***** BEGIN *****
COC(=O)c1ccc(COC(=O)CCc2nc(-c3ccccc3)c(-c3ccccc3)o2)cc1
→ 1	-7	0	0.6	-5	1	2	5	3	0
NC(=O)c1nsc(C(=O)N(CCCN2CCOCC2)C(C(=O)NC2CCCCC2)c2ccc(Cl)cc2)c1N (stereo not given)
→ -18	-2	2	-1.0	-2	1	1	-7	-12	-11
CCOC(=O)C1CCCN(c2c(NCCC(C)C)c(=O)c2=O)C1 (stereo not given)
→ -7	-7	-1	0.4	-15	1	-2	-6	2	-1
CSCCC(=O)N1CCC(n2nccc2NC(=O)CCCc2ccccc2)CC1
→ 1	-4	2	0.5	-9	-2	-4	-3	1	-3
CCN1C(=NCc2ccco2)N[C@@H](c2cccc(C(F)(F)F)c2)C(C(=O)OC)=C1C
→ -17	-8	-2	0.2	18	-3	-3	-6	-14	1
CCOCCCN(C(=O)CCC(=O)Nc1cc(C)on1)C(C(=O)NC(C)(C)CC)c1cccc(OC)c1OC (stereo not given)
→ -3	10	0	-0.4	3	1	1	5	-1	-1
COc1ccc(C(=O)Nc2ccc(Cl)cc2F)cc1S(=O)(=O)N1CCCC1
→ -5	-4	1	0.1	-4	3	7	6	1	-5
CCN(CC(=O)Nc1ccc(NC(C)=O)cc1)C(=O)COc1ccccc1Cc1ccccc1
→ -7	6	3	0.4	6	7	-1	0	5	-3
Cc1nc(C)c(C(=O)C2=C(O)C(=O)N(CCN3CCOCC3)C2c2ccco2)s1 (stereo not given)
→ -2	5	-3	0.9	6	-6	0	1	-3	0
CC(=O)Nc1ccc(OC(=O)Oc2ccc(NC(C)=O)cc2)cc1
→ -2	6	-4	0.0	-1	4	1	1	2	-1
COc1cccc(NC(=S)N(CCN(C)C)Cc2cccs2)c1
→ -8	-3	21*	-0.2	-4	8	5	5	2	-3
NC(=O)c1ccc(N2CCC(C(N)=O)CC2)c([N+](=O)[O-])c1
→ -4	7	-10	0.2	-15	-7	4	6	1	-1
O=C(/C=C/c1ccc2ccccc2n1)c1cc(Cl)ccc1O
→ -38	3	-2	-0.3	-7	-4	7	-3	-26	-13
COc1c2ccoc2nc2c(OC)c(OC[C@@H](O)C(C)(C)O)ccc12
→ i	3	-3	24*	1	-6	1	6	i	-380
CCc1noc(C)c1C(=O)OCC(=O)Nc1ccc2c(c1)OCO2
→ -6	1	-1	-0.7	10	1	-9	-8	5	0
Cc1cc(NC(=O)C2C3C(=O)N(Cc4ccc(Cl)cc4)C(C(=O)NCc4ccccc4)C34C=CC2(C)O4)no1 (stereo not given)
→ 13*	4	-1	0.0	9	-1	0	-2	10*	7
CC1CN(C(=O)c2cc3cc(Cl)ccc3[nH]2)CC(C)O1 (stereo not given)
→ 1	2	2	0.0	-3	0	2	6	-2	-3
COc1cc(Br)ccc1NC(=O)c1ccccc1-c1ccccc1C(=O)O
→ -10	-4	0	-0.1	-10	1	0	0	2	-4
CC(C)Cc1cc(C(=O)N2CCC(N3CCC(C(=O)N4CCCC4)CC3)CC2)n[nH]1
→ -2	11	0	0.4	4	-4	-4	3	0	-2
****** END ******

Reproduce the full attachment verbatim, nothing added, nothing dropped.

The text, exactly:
COC(=O)c1ccc(COC(=O)CCc2nc(-c3ccccc3)c(-c3ccccc3)o2)cc1
→ 1	-7	0	0.6	-5	1	2	5	3	0
NC(=O)c1nsc(C(=O)N(CCCN2CCOCC2)C(C(=O)NC2CCCCC2)c2ccc(Cl)cc2)c1N (stereo not given)
→ -18	-2	2	-1.0	-2	1	1	-7	-12	-11
CCOC(=O)C1CCCN(c2c(NCCC(C)C)c(=O)c2=O)C1 (stereo not given)
→ -7	-7	-1	0.4	-15	1	-2	-6	2	-1
CSCCC(=O)N1CCC(n2nccc2NC(=O)CCCc2ccccc2)CC1
→ 1	-4	2	0.5	-9	-2	-4	-3	1	-3
CCN1C(=NCc2ccco2)N[C@@H](c2cccc(C(F)(F)F)c2)C(C(=O)OC)=C1C
→ -17	-8	-2	0.2	18	-3	-3	-6	-14	1
CCOCCCN(C(=O)CCC(=O)Nc1cc(C)on1)C(C(=O)NC(C)(C)CC)c1cccc(OC)c1OC (stereo not given)
→ -3	10	0	-0.4	3	1	1	5	-1	-1
COc1ccc(C(=O)Nc2ccc(Cl)cc2F)cc1S(=O)(=O)N1CCCC1
→ -5	-4	1	0.1	-4	3	7	6	1	-5
CCN(CC(=O)Nc1ccc(NC(C)=O)cc1)C(=O)COc1ccccc1Cc1ccccc1
→ -7	6	3	0.4	6	7	-1	0	5	-3
Cc1nc(C)c(C(=O)C2=C(O)C(=O)N(CCN3CCOCC3)C2c2ccco2)s1 (stereo not given)
→ -2	5	-3	0.9	6	-6	0	1	-3	0
CC(=O)Nc1ccc(OC(=O)Oc2ccc(NC(C)=O)cc2)cc1
→ -2	6	-4	0.0	-1	4	1	1	2	-1
COc1cccc(NC(=S)N(CCN(C)C)Cc2cccs2)c1
→ -8	-3	21*	-0.2	-4	8	5	5	2	-3
NC(=O)c1ccc(N2CCC(C(N)=O)CC2)c([N+](=O)[O-])c1
→ -4	7	-10	0.2	-15	-7	4	6	1	-1
O=C(/C=C/c1ccc2ccccc2n1)c1cc(Cl)ccc1O
→ -38	3	-2	-0.3	-7	-4	7	-3	-26	-13
COc1c2ccoc2nc2c(OC)c(OC[C@@H](O)C(C)(C)O)ccc12
→ i	3	-3	24*	1	-6	1	6	i	-380
CCc1noc(C)c1C(=O)OCC(=O)Nc1ccc2c(c1)OCO2
→ -6	1	-1	-0.7	10	1	-9	-8	5	0
Cc1cc(NC(=O)C2C3C(=O)N(Cc4ccc(Cl)cc4)C(C(=O)NCc4ccccc4)C34C=CC2(C)O4)no1 (stereo not given)
→ 13*	4	-1	0.0	9	-1	0	-2	10*	7
CC1CN(C(=O)c2cc3cc(Cl)ccc3[nH]2)CC(C)O1 (stereo not given)
→ 1	2	2	0.0	-3	0	2	6	-2	-3
COc1cc(Br)ccc1NC(=O)c1ccccc1-c1ccccc1C(=O)O
→ -10	-4	0	-0.1	-10	1	0	0	2	-4
CC(C)Cc1cc(C(=O)N2CCC(N3CCC(C(=O)N4CCCC4)CC3)CC2)n[nH]1
→ -2	11	0	0.4	4	-4	-4	3	0	-2